By NATARIO McKENZIE
Tribune Business Reporter
A Bahamas-based renewable provider is offering to build and operate an estimated $500-$600 million plasma waste-to-energy plant at the New Providence landfill, creating 400-500 full-time jobs, in the process.
Stellar Energy’s chief executive, Dr Fabrizio Zanaboni, yesterday told Tribune Business that its integrated solution offered the Bahamas far greater benefits than the proposals currently being considered by the Government.
It is unclear where Stellar Energy fits into the waste-to-energy mix, given that the Christie administration has publicly said it has deferred any decisions/approvals for waste-to-energy projects until 2014.
There are at least five competing proposals all targeting the New Providence landfall, including one from the consortium featuring Bahamas Waste, Waste Not, United Sanitation and Impac, and on top of that, the Government has said it is aiming to finalise a five-year agreement with a European-controlled entity, RENEW Bahamas.
That deal will see RENEW construct a recycling facility at the landfill under a build/own/operate agreement, plus conduct landfill remediation and study waste streams.
Yet Dr Zanaboni yesterday said Stellar had been having discussions on its proposal with the “highest levels” of government, including Prime Minister Perry Christie and the Energy Task Force, over the past 14-15 months.
The company, which is registered in the Bahamas and has offices in Nassau, has contracted APP Tetronics, a waste-to-energy plasma technology specialist, and plans funding a $200,000 waste analysis study of the New Providence landfill.
A delegation from APP Tetronics is expected to be in New Providence next week to analyse the waste composition at the landfill and examine the possibility of building a 50-80 megawatt (MW) plasma plant.
“The Government is looking for a short-term solution in terms of managing the landfill, and a long term solution regarding waste-to-energy. We can do both straight away,” said Dr Zanaboni.
“We are able to propose an integrated solution whereby we can start to manage the landfill and start recycling, possibly with a joint venture with the Government if they are interested, and we can immediately plan the building of the plant once we get the go ahead.
“The plant would be completed in 18 months. Approximately 2,000 temporary jobs would be created during its construction, and 400-500 full-time jobs between waste management and waste-to-energy running, 95 per cent of which would be Bahamian.”
Dr Zanaboni added: “We don’t have a full estimate on the plant because we first need to assess the output of the waste at the landfill. The lower the waste quality, the higher the plant cost, but a good estimate is between $500-$600 million, which would totally be funded by Stellar Energy.”
Explaining the proposed waste-to-energy process, Dr Zanaboni said: “It’s a plant that is going to convert 1,500 metric tons of solid waste into 50-80 MW of electricity, and that would be done via a dual gasification process.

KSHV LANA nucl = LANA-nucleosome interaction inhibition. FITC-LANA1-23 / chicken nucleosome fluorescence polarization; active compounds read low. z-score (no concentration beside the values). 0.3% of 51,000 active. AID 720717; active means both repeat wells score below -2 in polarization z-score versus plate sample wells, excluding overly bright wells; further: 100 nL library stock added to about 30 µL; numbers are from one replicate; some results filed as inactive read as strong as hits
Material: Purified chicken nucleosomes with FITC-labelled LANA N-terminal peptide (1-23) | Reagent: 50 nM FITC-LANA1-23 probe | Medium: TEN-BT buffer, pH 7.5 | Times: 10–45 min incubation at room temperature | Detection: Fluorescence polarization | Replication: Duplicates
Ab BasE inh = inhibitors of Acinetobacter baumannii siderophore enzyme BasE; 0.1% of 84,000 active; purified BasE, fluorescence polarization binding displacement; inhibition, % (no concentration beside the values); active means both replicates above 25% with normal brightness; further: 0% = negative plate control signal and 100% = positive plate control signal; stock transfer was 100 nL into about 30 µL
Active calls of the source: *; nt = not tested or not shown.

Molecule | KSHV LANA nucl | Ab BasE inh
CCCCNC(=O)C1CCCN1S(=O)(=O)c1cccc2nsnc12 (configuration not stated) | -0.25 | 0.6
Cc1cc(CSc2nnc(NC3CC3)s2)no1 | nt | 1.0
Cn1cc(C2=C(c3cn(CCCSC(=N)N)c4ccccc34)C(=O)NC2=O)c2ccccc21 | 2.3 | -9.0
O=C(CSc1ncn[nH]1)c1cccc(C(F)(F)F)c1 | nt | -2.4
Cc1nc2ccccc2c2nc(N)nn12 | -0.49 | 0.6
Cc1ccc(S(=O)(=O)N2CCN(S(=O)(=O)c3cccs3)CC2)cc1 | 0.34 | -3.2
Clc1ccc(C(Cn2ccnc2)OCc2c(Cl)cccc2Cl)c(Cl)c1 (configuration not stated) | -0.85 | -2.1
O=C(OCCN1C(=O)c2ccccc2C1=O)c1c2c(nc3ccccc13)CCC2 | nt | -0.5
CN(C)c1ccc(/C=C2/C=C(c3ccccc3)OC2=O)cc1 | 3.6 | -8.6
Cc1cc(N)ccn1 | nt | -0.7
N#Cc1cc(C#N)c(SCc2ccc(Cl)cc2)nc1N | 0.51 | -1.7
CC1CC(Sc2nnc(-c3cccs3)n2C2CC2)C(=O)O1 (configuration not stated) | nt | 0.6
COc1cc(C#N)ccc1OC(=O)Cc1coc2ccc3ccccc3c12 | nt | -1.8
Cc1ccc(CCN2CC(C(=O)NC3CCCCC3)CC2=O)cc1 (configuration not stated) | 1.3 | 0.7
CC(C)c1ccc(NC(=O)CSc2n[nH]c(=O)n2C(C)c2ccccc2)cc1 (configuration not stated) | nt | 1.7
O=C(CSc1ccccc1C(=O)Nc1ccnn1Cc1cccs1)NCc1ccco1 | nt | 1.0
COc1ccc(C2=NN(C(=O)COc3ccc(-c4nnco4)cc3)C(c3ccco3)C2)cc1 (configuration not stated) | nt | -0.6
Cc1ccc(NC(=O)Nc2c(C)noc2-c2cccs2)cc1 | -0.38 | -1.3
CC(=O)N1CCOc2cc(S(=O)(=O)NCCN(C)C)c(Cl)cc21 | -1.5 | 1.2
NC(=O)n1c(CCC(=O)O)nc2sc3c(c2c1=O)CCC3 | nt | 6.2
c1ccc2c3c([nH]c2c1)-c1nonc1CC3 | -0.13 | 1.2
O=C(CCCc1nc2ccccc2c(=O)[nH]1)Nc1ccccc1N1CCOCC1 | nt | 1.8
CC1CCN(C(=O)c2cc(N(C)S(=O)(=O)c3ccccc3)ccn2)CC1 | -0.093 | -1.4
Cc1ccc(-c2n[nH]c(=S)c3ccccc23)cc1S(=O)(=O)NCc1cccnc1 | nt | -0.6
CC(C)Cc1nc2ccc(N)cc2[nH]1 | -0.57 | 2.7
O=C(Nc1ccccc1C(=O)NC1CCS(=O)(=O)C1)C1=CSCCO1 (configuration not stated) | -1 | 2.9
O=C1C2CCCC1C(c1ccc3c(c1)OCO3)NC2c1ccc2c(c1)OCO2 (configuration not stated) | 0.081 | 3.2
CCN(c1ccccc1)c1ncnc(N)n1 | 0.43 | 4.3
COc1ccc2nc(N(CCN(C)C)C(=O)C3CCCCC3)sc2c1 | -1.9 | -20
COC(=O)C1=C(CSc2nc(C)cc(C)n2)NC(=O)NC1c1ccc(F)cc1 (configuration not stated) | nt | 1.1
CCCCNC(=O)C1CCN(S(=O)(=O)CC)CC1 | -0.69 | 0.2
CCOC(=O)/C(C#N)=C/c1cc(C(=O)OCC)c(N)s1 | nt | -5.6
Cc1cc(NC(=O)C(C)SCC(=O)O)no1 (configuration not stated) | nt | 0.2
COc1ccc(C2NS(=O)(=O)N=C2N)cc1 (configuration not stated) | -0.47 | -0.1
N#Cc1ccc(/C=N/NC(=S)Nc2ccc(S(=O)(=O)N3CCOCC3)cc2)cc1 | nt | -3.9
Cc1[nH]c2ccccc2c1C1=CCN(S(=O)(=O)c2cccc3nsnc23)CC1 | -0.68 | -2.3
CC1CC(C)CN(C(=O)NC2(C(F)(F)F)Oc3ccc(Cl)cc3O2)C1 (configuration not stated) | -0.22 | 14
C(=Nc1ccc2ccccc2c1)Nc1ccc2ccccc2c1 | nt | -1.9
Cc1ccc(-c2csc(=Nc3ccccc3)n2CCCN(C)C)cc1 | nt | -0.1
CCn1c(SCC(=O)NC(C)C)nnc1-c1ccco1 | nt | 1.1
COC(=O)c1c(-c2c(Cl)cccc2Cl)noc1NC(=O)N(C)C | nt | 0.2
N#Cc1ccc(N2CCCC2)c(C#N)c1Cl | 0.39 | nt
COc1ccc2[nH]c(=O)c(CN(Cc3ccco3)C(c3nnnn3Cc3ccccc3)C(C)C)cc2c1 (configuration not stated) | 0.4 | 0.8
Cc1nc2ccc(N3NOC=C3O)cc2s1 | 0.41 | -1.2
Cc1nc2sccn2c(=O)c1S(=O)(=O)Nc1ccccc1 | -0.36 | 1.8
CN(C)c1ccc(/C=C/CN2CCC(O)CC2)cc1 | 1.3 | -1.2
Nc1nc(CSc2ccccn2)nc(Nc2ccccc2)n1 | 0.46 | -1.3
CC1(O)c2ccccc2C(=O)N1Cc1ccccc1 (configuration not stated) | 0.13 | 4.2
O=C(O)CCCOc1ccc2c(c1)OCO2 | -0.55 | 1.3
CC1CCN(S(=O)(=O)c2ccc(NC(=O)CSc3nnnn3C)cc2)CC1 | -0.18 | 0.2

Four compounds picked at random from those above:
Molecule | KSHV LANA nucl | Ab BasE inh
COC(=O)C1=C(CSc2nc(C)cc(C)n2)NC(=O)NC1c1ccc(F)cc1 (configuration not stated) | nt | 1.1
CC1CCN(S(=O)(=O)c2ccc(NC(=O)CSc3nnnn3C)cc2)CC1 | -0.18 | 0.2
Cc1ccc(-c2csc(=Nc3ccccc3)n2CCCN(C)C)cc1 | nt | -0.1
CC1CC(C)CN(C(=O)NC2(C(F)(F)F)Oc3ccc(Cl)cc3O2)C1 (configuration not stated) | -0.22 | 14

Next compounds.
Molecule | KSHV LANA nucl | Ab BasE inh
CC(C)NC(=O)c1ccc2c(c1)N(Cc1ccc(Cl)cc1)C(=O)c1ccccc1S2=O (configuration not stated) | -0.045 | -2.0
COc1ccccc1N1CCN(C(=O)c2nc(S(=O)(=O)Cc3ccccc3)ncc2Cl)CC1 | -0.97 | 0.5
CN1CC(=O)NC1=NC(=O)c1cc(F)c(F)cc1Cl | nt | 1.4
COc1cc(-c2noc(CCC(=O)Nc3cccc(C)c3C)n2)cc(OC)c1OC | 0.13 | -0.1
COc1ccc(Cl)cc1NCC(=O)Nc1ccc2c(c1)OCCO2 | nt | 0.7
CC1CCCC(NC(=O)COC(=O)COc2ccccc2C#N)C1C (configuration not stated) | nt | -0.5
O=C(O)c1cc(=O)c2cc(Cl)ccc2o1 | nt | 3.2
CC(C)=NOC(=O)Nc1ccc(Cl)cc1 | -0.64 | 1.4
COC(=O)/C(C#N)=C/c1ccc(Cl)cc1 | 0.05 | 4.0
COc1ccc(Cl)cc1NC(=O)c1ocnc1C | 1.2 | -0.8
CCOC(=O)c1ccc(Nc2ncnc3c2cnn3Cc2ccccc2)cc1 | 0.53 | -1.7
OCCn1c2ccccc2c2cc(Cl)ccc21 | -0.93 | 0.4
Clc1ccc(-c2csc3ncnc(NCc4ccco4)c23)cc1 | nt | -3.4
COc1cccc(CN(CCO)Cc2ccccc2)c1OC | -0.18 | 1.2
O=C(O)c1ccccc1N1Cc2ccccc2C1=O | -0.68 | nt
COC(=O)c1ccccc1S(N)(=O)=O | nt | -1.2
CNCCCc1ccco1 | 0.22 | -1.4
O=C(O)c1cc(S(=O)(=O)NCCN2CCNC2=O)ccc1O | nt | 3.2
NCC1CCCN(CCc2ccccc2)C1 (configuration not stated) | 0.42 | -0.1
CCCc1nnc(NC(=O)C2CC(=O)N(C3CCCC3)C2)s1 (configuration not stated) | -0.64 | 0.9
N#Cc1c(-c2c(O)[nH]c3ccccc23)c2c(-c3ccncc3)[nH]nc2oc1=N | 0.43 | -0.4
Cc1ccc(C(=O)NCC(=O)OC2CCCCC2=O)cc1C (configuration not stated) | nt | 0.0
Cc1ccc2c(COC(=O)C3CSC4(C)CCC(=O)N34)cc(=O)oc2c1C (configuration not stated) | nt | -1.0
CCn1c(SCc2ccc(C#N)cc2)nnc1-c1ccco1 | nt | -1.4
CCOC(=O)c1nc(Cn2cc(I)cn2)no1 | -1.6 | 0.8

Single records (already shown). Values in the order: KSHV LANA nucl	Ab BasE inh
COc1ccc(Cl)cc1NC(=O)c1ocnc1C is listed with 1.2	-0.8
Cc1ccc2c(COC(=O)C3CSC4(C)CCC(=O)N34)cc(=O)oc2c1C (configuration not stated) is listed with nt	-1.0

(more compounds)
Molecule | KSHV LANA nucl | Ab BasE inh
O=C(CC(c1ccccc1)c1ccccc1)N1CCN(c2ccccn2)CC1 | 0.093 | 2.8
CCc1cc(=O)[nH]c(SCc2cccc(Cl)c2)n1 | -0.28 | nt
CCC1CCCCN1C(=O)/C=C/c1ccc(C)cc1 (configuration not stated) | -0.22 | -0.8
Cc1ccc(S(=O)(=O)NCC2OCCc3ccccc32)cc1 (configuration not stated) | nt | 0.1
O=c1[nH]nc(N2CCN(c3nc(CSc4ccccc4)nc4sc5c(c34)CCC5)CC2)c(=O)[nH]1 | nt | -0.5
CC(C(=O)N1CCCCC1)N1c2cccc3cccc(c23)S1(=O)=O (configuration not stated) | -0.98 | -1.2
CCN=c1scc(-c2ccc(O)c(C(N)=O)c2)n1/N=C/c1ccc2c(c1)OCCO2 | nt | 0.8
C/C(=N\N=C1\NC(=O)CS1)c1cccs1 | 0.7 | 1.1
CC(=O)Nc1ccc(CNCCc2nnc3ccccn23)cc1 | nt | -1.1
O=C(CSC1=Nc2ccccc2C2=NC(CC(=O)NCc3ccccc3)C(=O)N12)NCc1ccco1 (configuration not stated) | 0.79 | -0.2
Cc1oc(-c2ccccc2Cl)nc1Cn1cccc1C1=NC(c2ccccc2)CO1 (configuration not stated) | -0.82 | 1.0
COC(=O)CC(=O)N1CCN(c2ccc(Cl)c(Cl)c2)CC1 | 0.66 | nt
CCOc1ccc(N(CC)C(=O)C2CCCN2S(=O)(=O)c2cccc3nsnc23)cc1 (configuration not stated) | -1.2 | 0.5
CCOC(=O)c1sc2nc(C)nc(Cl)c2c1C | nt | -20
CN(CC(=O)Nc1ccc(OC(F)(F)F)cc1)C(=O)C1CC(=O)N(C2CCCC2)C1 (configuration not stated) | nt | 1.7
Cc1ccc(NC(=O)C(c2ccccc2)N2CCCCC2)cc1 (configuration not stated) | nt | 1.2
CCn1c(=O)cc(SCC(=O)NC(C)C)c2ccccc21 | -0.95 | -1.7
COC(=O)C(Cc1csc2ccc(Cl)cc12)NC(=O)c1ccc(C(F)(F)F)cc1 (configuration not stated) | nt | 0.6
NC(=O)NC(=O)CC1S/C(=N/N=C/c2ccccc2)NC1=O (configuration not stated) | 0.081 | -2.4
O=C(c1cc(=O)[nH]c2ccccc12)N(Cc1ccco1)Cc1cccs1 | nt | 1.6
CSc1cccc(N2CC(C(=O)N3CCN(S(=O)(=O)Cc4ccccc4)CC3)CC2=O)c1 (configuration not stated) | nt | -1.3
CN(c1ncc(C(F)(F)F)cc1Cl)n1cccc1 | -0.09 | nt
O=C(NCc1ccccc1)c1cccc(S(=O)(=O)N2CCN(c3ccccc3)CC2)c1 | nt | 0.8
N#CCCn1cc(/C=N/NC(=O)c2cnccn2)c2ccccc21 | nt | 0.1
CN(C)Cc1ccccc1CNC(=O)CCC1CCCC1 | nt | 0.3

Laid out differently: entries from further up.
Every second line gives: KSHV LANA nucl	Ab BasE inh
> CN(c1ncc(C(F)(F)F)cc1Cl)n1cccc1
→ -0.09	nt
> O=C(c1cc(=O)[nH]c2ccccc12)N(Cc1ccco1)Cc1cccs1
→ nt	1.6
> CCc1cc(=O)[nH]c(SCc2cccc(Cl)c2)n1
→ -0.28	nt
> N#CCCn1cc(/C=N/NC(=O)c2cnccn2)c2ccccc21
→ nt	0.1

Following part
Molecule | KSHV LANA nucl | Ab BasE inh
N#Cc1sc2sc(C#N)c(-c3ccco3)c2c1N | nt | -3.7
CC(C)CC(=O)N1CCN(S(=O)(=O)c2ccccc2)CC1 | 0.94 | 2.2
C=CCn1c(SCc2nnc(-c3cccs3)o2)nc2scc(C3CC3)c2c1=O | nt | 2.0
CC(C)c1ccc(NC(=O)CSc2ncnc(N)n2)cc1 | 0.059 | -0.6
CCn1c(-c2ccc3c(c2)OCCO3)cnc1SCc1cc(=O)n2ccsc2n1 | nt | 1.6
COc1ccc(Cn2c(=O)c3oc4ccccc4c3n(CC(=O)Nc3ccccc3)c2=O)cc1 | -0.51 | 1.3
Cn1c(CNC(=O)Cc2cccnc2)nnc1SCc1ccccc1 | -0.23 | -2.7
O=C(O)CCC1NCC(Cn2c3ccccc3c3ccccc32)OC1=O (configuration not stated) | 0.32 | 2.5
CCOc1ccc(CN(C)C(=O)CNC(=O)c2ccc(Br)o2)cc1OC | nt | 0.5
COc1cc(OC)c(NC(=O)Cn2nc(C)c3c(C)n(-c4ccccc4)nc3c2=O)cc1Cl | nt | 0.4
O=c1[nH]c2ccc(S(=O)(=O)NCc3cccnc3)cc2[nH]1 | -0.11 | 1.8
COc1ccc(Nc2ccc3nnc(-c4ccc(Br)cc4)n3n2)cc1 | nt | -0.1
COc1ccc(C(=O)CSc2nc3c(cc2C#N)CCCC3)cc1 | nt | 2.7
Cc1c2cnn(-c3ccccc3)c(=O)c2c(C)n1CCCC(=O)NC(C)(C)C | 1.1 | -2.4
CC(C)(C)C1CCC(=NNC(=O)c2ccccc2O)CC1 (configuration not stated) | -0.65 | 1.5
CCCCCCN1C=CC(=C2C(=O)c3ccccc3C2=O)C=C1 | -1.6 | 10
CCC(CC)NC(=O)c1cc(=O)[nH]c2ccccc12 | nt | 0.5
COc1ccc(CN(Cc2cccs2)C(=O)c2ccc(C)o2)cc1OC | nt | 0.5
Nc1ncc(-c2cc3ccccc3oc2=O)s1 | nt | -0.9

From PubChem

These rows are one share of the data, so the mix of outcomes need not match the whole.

“Firstly, traditional gasification at a temperature of between 800-1500 degrees celsius, and the second gasification would be plasma. In other words, via enhanced temperatures up to 8,000 celsius.
“The second stage would allow the garbage to be converted with absolutely non-toxic emissions into a very clean synthetic gas. Gas turbines would generate electricity to be inserted into the grid via the construction of a separate substation, which would be built at our own costs.”
Dr Zanaboni added: “We can produce twice as much as any other company in the world with the same amount of garbage. We will present the feasibility study to the Government with confirmation of our funding abilities and the arrangements with our technical partners.
“The Government, at that stage, could be minded to give us a full Memorandum of Understanding. With a MOU we will commit to build, operate and own the plant within 18 months, and we will start discussing a power purchase agreement with the new BEC entity at a competitive price, which we believe will be in the region of 20 cents per kilowatt or even lower.”
Acknowledging that the Government was in advanced discussions with another company over the management of the landfill ,Dr Zanaboni said: “The Government was in discussions previously with another company, RENEW Bahamas, for the short-term remediation of the landfill, RENEW Bahamas.
“We made them aware that our proposal, in many ways, is even more beneficial because we can do what they do and much more, because we can immediately implement waste-to-energy.
“It’s up to the Government on what they want to do. The Government is fully aware now of the advantage of our proposal and it’s up to them to see if they want to integrate our proposal with RENEW Bahama,s since they are in advanced discussions with the company,” he added.
“We can produce an integration and level of sophistication I don’t think RENEW Bahamas would be able to provide.”
Dr Zanaboni added that as part of its proposal, Stellar was also offering to help the Government with equipment, namely up to 15 new trucks for garbage collection, tractors and fire engines.